Cholly Knickerbocker observes: Hjördis Tersmeden, 1947

HJordis Tersmeden
Hjordis Genberg-Tersmeden, and the Everglades Club dining room

Carl Gustaf and Hjördis Tersmeden moved on from New York, following the yearly cafe society winter migration to Palm Beach, Florida, and by 21st January 1947 were entertaining and being entertained in the opulent surroundings of the Everglades and Coral Beach clubs.

“We went back to Palm Beach,” Hjördis wrote. “There, Tersan devoted himself to golf so intensely that I hardly saw him. Day after day I sat alone and had nothing to do.”

Igor Cassini had tennis rather than golf on his mind, and accompanied by his wife and brother flew down to Palm Beach in early February to take part in the annual ‘Bath & Tennis Club’ tennis championship (where he was reigning champion), and to dabble in the affairs of society: “One could always find enough material to file a column from there, and it gave me a chance to play a lot of tennis.”

On 12th February, Igor filed his first Palm Beach dabble of the year, describing events at an Everglades Club party hosted by Prince Artchil Gourielli, an emigre Georgian nobleman with a “cloudy” title borrowed from his maternal grandmother. (Cloudy enough for titled Count Igor to just refer to him as Artchil Gourielli). The evening provided Igor with plenty of opportunity to get facetious about the venue and the mainly Russian guests:

“The Everglades Club, where the atmosphere is drenchingly opulent, and the members unflinchingly applaud any songs containing the words ‘grouse for breakfast’ and ‘chinchilla coat’. Artchill, gray and glittering like an ersatz diamond [ouch!], injected, as usual, the proper proportion of mad Caucasian abandon, laughter, tears and broken glasses.”

However, the undoubted highlight for Igor was running into one of the non-Russian guests, Hjördis Tersmeden. He grasped the opportunity to ask her both about herself and her marriage, and then cheekily (especially knowing his intentions) dropped her into the middle of his column, among all of the princes and princesses:

“Mrs Tersmeden (she has the unpronounceable name of Hjondis) [yes, Hjondis…] is vivid, many-ringed and rather beautiful and used to be a model in Stockholm. When Mr Tersmeden came over here last year on business she followed him to Tucson, Arizona, pounced on him from behind a cactus and married him, not too much against his will, I gathered.”  Cheeky sod.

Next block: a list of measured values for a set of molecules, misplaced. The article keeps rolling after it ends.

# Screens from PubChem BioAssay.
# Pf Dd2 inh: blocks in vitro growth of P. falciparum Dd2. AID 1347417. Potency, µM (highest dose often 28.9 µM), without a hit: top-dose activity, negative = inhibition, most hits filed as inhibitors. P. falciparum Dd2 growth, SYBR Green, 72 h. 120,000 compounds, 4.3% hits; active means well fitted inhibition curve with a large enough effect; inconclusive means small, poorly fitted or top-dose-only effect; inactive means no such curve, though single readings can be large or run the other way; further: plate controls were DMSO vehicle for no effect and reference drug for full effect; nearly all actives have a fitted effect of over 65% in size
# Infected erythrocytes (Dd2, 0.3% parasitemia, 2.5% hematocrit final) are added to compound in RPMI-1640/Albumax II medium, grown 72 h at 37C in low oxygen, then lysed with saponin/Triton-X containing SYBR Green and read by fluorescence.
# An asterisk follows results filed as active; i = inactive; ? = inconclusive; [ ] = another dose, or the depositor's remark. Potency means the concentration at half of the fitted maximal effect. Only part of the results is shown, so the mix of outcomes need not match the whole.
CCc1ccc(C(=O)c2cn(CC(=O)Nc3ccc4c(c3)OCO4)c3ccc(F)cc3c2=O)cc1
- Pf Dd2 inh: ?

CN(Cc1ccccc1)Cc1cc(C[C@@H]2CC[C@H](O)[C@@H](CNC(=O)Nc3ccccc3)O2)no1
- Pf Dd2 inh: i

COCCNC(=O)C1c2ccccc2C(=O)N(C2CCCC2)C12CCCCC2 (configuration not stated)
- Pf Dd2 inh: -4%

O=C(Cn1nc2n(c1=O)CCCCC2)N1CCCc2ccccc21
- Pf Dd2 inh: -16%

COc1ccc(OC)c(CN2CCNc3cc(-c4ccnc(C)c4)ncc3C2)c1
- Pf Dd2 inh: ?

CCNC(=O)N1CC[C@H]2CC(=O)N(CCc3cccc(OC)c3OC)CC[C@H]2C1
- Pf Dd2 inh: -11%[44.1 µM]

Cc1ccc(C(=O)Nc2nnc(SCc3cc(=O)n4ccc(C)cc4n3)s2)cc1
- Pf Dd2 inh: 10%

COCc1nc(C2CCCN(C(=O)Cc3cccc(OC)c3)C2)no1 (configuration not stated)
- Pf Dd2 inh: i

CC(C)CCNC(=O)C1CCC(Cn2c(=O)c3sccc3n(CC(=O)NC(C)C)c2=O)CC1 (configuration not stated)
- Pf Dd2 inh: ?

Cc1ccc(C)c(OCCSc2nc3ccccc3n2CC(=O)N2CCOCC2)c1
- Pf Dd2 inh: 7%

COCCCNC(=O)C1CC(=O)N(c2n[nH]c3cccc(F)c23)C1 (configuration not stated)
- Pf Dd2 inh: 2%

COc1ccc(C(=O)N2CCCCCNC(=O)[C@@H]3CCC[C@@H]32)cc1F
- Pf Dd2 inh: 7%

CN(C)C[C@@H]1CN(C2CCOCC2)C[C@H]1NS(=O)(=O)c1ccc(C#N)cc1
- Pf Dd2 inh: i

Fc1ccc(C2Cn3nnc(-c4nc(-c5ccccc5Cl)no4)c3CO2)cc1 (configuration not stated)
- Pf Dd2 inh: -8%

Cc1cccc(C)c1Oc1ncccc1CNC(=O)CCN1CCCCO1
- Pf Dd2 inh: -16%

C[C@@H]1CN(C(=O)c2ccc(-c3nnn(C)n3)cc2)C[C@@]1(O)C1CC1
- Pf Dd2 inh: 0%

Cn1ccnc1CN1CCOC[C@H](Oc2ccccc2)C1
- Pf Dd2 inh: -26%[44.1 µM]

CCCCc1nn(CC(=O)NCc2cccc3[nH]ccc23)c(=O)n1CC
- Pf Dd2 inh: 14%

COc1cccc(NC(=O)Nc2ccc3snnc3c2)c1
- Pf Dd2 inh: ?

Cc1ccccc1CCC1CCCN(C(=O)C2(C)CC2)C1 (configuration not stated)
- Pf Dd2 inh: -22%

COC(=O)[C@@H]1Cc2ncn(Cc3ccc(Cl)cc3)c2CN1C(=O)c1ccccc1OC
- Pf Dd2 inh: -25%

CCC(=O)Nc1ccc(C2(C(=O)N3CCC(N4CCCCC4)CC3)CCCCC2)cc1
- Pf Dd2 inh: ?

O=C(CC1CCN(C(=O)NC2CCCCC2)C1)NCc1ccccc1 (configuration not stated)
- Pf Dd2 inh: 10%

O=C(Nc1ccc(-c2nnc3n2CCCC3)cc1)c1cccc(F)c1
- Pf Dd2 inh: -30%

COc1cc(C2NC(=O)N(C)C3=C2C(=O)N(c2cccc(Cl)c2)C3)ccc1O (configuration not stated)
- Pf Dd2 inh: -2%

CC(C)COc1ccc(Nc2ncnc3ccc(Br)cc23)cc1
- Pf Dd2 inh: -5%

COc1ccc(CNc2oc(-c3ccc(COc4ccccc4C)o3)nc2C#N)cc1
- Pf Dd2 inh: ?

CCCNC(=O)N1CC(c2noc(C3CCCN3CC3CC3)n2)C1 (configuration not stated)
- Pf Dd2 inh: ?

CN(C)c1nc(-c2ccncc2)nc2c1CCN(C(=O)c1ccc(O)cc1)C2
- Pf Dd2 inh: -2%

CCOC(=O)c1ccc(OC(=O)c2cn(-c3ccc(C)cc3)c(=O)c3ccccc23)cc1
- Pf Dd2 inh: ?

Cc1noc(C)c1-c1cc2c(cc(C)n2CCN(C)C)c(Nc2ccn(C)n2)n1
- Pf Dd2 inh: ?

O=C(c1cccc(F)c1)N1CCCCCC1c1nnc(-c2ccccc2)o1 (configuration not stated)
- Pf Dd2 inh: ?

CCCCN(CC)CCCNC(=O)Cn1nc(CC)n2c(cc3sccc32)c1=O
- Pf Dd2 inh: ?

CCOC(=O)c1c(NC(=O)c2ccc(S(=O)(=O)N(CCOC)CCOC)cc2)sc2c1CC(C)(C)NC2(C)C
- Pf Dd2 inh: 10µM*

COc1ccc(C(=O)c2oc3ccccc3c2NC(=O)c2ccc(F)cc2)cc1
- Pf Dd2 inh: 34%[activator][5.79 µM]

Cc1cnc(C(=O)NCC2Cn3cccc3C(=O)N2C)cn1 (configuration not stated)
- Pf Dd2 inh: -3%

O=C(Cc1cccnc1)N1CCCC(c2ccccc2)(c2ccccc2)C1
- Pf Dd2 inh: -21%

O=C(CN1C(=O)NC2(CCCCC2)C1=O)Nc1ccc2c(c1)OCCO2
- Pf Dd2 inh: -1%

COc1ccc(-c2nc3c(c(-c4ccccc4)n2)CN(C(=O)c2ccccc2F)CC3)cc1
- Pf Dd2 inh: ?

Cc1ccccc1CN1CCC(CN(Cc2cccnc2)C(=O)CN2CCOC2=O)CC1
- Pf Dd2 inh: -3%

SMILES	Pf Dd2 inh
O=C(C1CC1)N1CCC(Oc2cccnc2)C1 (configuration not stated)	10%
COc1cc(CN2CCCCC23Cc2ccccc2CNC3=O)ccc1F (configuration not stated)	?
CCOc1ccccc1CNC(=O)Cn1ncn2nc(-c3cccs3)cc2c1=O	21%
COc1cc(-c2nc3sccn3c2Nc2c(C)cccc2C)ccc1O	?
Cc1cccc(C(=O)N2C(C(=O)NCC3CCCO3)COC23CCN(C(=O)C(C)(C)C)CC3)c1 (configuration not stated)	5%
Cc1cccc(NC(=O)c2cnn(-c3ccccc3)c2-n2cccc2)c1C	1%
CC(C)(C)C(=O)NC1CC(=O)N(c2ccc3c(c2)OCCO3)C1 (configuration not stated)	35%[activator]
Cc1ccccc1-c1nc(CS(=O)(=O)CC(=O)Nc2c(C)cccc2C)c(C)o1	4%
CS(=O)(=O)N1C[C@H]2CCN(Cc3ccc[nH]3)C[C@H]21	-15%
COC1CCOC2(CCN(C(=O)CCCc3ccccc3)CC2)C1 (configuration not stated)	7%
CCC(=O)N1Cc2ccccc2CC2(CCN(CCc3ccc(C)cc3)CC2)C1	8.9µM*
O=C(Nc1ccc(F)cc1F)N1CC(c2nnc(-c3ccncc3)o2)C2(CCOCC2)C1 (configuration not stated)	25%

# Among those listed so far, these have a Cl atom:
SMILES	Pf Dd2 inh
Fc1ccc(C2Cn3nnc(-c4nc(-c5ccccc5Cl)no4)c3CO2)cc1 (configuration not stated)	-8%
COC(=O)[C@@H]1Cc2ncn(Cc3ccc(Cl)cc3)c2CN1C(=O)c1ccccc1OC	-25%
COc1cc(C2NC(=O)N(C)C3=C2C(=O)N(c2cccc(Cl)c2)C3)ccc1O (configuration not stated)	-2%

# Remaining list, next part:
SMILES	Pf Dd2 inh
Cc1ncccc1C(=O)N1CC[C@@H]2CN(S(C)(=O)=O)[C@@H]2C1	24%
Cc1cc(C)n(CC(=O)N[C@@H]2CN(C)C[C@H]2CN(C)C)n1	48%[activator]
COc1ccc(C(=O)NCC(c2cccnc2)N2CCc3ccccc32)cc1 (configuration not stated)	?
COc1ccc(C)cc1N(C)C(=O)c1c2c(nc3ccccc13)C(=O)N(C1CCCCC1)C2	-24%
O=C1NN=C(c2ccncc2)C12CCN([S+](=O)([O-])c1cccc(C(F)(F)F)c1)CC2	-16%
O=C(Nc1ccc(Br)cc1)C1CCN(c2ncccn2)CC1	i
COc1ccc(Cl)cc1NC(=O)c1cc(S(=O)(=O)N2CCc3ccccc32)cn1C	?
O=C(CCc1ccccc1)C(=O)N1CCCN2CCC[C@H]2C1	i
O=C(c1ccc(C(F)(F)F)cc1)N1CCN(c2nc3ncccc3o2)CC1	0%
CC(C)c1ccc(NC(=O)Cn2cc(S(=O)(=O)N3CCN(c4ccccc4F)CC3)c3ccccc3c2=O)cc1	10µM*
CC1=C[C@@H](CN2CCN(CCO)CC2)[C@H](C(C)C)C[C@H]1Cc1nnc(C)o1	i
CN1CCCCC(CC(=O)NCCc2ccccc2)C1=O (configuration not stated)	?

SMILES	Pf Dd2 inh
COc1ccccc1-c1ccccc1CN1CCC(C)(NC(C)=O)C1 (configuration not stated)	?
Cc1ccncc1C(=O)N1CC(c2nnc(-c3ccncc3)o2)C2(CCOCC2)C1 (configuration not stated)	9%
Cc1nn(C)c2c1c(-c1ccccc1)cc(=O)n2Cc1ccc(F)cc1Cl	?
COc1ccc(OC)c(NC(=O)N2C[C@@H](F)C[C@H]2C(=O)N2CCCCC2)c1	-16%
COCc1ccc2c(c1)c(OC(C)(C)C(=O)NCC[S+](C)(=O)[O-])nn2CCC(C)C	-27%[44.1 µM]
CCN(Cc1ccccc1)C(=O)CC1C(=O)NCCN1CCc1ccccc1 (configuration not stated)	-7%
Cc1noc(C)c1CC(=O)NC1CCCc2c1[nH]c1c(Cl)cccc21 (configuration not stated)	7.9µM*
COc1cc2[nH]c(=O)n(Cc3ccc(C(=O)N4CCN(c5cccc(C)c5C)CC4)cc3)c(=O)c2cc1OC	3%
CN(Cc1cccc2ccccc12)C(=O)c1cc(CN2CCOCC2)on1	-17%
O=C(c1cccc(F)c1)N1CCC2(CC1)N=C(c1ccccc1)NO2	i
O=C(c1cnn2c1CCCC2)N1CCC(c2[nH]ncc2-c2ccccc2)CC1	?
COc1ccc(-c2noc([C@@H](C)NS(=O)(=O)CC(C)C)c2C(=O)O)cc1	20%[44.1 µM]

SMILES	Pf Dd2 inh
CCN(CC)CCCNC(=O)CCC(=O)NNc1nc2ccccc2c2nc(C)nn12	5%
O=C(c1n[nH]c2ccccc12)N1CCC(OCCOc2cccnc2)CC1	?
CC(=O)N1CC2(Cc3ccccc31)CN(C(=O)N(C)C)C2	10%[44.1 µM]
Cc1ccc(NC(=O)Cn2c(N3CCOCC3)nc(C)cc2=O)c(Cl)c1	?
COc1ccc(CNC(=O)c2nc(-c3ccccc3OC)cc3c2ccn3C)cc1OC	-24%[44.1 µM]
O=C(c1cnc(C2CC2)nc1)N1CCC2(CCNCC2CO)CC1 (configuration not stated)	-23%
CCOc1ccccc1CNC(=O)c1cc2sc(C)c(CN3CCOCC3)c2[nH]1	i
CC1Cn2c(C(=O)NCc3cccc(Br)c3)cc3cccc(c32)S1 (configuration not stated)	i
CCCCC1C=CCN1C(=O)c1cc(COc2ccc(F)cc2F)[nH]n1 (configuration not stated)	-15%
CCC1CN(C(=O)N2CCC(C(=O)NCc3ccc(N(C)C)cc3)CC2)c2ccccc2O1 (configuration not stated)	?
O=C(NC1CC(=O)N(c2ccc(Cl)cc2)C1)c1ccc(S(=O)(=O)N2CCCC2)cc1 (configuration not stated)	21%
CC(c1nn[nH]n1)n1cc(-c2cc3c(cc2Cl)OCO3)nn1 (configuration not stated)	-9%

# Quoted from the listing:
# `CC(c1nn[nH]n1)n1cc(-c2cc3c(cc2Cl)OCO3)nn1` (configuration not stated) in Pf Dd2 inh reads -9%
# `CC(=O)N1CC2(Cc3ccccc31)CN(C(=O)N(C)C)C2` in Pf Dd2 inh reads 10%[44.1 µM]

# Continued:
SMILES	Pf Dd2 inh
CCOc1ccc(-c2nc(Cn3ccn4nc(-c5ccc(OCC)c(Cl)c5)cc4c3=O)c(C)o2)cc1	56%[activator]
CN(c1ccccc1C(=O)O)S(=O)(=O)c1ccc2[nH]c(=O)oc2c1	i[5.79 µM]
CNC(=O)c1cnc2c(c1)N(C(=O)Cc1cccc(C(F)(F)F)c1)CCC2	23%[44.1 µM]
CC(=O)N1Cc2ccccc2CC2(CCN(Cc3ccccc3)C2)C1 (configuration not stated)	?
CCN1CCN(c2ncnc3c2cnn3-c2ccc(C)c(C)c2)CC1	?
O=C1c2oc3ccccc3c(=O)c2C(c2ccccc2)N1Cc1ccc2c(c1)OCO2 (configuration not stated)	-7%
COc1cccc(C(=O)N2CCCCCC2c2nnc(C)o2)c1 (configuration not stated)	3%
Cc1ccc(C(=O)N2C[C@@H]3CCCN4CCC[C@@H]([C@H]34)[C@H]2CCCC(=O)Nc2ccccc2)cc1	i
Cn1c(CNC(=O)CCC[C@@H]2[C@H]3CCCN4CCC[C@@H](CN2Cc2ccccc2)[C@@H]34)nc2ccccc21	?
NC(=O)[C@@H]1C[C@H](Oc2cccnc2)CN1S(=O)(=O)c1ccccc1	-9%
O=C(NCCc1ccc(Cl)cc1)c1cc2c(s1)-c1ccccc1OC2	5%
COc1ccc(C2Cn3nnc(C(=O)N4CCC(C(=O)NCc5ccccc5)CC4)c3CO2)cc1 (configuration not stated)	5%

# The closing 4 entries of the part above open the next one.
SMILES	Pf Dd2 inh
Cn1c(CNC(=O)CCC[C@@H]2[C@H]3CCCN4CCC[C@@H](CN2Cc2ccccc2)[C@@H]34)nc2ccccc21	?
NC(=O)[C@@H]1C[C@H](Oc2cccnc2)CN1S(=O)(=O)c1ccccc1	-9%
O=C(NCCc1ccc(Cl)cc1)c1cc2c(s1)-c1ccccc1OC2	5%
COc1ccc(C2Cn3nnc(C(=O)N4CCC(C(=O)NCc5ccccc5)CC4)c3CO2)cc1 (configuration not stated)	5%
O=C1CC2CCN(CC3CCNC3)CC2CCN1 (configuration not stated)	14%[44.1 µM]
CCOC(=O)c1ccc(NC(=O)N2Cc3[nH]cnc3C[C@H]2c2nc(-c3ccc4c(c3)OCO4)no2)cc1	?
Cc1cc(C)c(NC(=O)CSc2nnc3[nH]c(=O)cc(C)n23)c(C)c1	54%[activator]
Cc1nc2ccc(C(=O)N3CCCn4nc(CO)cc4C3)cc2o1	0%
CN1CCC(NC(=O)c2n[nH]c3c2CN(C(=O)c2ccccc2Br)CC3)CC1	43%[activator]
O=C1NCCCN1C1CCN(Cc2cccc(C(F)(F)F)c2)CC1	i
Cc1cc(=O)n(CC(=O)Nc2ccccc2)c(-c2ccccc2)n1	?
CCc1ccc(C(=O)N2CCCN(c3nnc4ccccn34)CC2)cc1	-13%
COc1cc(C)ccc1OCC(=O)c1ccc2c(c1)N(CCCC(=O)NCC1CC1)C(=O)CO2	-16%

The Everglades golf widows

Everglades Club golf clubhouse.
The Everglades Club golf clubhouse.

Carl Gustaf Tersmeden’s Miami golf and club mania reached its peak in the following days. On 12th (the day that Igor Cassini’s gush was published), Hjördis had to kill time at the Everglades tombola, on the 13th she and Carl hosted dinner for twelve guests in ‘The Gray Room’, and on Friday 14th they threw a luncheon on the golf terrace. Following a Saturday to Monday “Mixed Foursomes” golf tournament (from 15th-17th) where Carl was paired with a Mrs James E. Martin of Toledo, Ohio, there was a sudden two-week tee-break.

The situation may have come to a head on 18th February, the Tersmedens’ first wedding anniversary, a rare golfless day in Carl Gustaf’s calendar.

“I wanted to go back to New York,” Hjördis wrote of her frustration, “but instead we agreed to go to Key Largo. There we found our community again, and one day of sunshine followed another.” For a short time.

Carl’s agreement to move 150 miles further south to The Keys may have been part-influenced by a freak cold spell that had just hit Florida, during which The Everglades golf widows had to sit around wearing fur coats, with more fur coats draped over their laps. The local authorities desperately asked people not to blow the local electricity supply by plugging in their domestic heaters.

How to kiss the hand of a married lady

Barbara Hoge with Ivan Peter Obolensky, 1949
Barbara Hoge with future husband Ivan Peter Obolensky.

Things were not looking too good for Carl Gustaf, but his luck really took a nose-dive during a return to Palm Beach on 25th February, thanks to the seating arrangement at a party thrown by young New York socialite Barbara Hoge (who married another of Igor’s White Russians, Prince Ivan Peter Obolensky, in 1950). A local newspaper listed the guests – including “Mr & Mrs Carl Tersmeden” beside “Mr & Mrs Igor Cassini.” A coincidence?

Some of Count Igor’s courtly training could now come into its own, including: 1/ How to bow, 2/ How to kiss the hand of a married lady [no tongues I suppose],  3/ Which fork to use for what, and 4/ When a royal princess asks to dance, wear your white gloves. (The latter was most probably not needed, but white glove wearing will re-appear further on in Hjördis’ story)

“I was sat beside her at a Palm Beach dinner party,” Igor Cassini enthused to journalist Marian Christy in 1977 while promoting his autobiography. “I was totally mesmerized. I danced with her most of the evening, and during a slow dance asked her to meet me for lunch the next day. We talked. Oh, did we talk…”

Hjördis airbrushed Igor out of her Swedish magazine memoirs. However, she did mention him to a Swedish journalist in 1953, although without giving a name.

“There was a man who started courting me feverishly,” she revealed. “I was still in love with Tersan, so I didn’t want anything to do with the fellow, but I thought that maybe I could make Tersan jealous. So, I told him about the other man. Tersan didn’t care. ‘That’s all right,’ he said. I was disappointed, so I asked him for a divorce. I said I would marry the other man. The wonder happened. Tersan became a different character, he didn’t leave my side for a second. But, somehow my great love for him was over.”

Next page: A rootless and insecure marriage, 1947

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